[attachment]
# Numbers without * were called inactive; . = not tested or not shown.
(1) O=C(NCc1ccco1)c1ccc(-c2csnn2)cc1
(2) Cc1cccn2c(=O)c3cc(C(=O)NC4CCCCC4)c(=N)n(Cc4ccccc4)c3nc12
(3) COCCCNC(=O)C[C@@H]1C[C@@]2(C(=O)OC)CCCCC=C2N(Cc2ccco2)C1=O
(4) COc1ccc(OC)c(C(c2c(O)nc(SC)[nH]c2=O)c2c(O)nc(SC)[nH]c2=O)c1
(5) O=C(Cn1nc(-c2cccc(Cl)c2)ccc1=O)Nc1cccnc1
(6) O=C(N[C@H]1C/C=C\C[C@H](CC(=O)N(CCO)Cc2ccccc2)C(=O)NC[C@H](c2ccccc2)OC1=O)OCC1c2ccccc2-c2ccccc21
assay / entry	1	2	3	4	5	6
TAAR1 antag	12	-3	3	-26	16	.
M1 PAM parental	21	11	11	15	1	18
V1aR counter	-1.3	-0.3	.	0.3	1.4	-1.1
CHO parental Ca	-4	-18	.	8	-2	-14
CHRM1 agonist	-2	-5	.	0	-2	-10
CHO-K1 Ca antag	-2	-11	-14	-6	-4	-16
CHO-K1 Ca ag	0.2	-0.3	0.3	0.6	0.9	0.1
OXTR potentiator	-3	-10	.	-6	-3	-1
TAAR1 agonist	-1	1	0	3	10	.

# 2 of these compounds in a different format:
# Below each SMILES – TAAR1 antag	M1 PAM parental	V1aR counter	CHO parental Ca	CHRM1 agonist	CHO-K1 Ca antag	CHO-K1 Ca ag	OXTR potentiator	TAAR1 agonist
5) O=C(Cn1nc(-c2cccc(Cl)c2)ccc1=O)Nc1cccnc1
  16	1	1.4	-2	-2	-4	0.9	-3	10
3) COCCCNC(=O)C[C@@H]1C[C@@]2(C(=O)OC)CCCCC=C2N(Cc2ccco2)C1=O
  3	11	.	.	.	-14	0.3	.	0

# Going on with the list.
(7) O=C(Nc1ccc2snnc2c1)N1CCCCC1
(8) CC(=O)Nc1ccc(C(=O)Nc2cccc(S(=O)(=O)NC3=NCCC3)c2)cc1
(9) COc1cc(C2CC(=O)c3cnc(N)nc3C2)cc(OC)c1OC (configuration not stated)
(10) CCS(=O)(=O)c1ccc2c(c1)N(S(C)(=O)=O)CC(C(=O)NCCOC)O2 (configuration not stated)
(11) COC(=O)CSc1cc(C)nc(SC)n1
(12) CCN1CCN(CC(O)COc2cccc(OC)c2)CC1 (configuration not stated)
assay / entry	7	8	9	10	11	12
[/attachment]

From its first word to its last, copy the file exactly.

# Numbers without * were called inactive; . = not tested or not shown.
(1) O=C(NCc1ccco1)c1ccc(-c2csnn2)cc1
(2) Cc1cccn2c(=O)c3cc(C(=O)NC4CCCCC4)c(=N)n(Cc4ccccc4)c3nc12
(3) COCCCNC(=O)C[C@@H]1C[C@@]2(C(=O)OC)CCCCC=C2N(Cc2ccco2)C1=O
(4) COc1ccc(OC)c(C(c2c(O)nc(SC)[nH]c2=O)c2c(O)nc(SC)[nH]c2=O)c1
(5) O=C(Cn1nc(-c2cccc(Cl)c2)ccc1=O)Nc1cccnc1
(6) O=C(N[C@H]1C/C=C\C[C@H](CC(=O)N(CCO)Cc2ccccc2)C(=O)NC[C@H](c2ccccc2)OC1=O)OCC1c2ccccc2-c2ccccc21
assay / entry	1	2	3	4	5	6
TAAR1 antag	12	-3	3	-26	16	.
M1 PAM parental	21	11	11	15	1	18
V1aR counter	-1.3	-0.3	.	0.3	1.4	-1.1
CHO parental Ca	-4	-18	.	8	-2	-14
CHRM1 agonist	-2	-5	.	0	-2	-10
CHO-K1 Ca antag	-2	-11	-14	-6	-4	-16
CHO-K1 Ca ag	0.2	-0.3	0.3	0.6	0.9	0.1
OXTR potentiator	-3	-10	.	-6	-3	-1
TAAR1 agonist	-1	1	0	3	10	.

# 2 of these compounds in a different format:
# Below each SMILES – TAAR1 antag	M1 PAM parental	V1aR counter	CHO parental Ca	CHRM1 agonist	CHO-K1 Ca antag	CHO-K1 Ca ag	OXTR potentiator	TAAR1 agonist
5) O=C(Cn1nc(-c2cccc(Cl)c2)ccc1=O)Nc1cccnc1
  16	1	1.4	-2	-2	-4	0.9	-3	10
3) COCCCNC(=O)C[C@@H]1C[C@@]2(C(=O)OC)CCCCC=C2N(Cc2ccco2)C1=O
  3	11	.	.	.	-14	0.3	.	0

# Going on with the list.
(7) O=C(Nc1ccc2snnc2c1)N1CCCCC1
(8) CC(=O)Nc1ccc(C(=O)Nc2cccc(S(=O)(=O)NC3=NCCC3)c2)cc1
(9) COc1cc(C2CC(=O)c3cnc(N)nc3C2)cc(OC)c1OC (configuration not stated)
(10) CCS(=O)(=O)c1ccc2c(c1)N(S(C)(=O)=O)CC(C(=O)NCCOC)O2 (configuration not stated)
(11) COC(=O)CSc1cc(C)nc(SC)n1
(12) CCN1CCN(CC(O)COc2cccc(OC)c2)CC1 (configuration not stated)
assay / entry	7	8	9	10	11	12